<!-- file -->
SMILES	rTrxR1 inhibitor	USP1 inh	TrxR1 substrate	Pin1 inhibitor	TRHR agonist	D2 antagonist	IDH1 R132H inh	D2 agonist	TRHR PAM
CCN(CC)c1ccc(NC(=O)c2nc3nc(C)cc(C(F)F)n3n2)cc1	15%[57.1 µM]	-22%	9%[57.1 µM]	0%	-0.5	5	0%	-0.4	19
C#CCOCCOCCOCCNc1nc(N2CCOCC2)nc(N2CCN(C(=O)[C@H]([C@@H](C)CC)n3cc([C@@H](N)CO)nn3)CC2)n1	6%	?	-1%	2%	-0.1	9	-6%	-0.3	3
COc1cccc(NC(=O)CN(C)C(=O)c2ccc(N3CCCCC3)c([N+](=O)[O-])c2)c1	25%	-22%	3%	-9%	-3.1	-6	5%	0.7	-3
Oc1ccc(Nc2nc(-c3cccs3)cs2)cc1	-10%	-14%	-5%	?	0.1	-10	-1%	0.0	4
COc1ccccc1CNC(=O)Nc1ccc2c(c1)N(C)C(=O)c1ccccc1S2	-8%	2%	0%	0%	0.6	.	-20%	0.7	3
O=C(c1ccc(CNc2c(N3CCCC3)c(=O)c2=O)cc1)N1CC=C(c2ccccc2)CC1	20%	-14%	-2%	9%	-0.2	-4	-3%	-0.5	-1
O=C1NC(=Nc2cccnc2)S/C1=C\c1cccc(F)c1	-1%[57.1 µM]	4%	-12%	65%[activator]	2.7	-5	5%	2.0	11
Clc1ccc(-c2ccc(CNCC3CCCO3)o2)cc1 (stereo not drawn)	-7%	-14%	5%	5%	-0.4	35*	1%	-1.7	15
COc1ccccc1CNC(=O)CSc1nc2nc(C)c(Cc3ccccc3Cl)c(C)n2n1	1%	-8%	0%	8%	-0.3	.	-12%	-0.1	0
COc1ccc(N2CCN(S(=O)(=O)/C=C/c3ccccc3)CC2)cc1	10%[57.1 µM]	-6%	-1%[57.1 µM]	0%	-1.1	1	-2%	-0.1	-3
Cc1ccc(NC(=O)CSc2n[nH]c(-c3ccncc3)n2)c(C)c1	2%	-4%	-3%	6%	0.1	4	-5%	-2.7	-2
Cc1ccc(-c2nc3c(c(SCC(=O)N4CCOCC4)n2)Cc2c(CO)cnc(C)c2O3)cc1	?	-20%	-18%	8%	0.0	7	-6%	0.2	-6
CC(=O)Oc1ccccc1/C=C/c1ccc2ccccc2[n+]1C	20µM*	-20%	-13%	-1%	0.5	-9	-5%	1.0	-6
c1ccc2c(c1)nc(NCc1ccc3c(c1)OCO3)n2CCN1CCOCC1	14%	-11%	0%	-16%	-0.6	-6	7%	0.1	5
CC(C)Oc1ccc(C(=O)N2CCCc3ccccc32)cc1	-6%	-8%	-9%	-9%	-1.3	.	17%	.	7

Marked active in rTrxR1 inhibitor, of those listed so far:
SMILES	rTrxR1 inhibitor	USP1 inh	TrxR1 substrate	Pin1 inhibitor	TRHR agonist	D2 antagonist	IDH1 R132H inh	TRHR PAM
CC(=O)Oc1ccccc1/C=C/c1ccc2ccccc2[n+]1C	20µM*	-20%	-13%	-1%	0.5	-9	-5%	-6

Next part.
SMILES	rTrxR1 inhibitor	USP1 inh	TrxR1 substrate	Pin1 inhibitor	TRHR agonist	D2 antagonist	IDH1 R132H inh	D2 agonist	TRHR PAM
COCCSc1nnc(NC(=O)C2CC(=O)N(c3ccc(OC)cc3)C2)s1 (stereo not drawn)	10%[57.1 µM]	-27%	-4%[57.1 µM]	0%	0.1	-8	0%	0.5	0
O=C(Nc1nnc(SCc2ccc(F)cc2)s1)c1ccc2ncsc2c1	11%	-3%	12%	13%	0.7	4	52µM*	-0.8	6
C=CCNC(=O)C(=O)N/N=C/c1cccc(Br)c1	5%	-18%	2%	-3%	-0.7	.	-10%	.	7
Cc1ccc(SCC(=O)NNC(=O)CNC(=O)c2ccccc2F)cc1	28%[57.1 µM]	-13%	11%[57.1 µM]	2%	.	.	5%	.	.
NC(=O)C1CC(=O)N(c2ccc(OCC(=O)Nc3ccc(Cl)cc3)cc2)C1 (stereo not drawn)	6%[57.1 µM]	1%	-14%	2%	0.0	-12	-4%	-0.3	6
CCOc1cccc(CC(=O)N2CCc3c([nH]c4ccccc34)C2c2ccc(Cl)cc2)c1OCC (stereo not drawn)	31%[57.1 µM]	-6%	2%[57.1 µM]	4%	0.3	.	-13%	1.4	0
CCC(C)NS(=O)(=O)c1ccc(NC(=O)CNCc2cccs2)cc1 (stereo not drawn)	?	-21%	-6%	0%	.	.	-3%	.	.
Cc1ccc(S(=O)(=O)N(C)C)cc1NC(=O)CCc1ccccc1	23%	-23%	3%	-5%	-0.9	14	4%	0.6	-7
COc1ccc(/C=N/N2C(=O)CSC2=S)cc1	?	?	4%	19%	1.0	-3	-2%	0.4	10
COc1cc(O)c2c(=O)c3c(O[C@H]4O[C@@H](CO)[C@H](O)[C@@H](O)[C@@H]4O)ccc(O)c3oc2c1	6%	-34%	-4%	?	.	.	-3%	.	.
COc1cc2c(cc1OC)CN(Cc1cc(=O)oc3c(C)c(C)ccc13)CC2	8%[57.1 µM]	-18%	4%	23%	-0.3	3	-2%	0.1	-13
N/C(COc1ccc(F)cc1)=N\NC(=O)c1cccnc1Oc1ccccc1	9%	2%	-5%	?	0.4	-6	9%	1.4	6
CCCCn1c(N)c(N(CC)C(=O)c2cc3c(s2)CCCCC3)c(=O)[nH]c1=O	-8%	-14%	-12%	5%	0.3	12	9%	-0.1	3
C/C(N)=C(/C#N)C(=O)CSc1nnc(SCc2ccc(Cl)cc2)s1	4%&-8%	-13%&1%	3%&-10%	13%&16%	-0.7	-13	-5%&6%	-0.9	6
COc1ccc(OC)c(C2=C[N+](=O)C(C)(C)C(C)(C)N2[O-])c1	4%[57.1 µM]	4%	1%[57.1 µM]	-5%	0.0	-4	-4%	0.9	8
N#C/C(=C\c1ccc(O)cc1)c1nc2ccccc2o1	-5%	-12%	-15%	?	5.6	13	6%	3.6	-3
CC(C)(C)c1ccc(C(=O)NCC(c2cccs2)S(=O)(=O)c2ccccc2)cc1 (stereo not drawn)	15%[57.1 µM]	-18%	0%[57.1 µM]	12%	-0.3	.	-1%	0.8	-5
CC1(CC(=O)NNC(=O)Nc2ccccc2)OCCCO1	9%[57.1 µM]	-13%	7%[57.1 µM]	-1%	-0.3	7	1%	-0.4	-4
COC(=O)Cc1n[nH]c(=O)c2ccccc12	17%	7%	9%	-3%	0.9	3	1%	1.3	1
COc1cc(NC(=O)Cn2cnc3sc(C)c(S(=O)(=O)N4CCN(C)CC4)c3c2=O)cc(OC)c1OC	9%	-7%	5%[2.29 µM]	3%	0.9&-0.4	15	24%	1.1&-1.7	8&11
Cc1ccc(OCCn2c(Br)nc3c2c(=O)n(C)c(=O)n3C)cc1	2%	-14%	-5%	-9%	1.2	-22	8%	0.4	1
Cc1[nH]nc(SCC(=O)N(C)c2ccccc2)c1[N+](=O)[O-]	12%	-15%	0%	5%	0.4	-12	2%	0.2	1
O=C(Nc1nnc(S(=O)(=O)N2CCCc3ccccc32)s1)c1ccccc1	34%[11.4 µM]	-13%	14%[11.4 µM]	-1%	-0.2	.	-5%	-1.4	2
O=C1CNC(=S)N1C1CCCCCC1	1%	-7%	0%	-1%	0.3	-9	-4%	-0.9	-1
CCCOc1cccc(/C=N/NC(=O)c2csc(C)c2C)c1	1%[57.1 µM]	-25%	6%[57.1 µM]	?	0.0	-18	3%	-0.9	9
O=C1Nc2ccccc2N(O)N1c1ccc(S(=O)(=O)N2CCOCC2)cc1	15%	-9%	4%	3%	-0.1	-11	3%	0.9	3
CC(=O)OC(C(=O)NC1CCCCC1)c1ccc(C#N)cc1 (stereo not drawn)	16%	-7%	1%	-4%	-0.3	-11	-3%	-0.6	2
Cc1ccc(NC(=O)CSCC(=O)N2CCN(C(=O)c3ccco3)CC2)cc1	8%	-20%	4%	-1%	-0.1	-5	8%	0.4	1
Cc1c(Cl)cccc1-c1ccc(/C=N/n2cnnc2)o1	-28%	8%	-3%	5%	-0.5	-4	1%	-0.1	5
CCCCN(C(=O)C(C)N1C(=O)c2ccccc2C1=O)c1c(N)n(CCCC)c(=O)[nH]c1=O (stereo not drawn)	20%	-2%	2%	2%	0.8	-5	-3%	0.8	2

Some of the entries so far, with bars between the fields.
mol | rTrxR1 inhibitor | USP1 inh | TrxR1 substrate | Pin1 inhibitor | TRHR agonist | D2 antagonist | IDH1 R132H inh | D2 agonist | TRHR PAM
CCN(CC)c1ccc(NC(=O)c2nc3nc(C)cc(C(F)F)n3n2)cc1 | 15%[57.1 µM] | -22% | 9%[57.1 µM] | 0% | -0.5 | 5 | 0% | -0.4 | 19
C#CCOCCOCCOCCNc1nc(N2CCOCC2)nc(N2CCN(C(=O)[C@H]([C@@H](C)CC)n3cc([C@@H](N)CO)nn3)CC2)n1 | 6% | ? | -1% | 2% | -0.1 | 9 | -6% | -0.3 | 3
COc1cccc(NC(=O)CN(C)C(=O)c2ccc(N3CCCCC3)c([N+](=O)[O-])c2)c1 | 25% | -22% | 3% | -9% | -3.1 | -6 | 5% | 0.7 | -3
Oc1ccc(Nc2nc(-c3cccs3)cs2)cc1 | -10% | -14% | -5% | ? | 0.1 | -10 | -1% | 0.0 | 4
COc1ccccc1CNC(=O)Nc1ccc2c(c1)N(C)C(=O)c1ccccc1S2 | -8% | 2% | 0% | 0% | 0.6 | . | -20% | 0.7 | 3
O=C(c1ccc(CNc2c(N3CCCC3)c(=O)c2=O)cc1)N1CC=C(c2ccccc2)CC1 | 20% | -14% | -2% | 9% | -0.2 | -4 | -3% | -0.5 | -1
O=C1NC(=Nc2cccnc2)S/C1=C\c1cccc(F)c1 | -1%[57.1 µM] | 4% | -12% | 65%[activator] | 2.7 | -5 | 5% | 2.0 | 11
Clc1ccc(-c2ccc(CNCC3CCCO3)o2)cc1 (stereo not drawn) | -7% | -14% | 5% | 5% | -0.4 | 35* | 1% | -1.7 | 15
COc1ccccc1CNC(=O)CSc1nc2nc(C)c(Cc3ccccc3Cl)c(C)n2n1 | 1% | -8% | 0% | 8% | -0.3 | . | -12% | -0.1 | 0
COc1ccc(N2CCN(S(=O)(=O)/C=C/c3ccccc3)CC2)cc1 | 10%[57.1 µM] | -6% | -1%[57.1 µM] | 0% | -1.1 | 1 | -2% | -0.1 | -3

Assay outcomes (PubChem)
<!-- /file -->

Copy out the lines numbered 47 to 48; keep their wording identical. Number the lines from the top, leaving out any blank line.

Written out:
O=C1Nc2ccccc2N(O)N1c1ccc(S(=O)(=O)N2CCOCC2)cc1	15%	-9%	4%	3%	-0.1	-11	3%	0.9	3
CC(=O)OC(C(=O)NC1CCCCC1)c1ccc(C#N)cc1 (stereo not drawn)	16%	-7%	1%	-4%	-0.3	-11	-3%	-0.6	2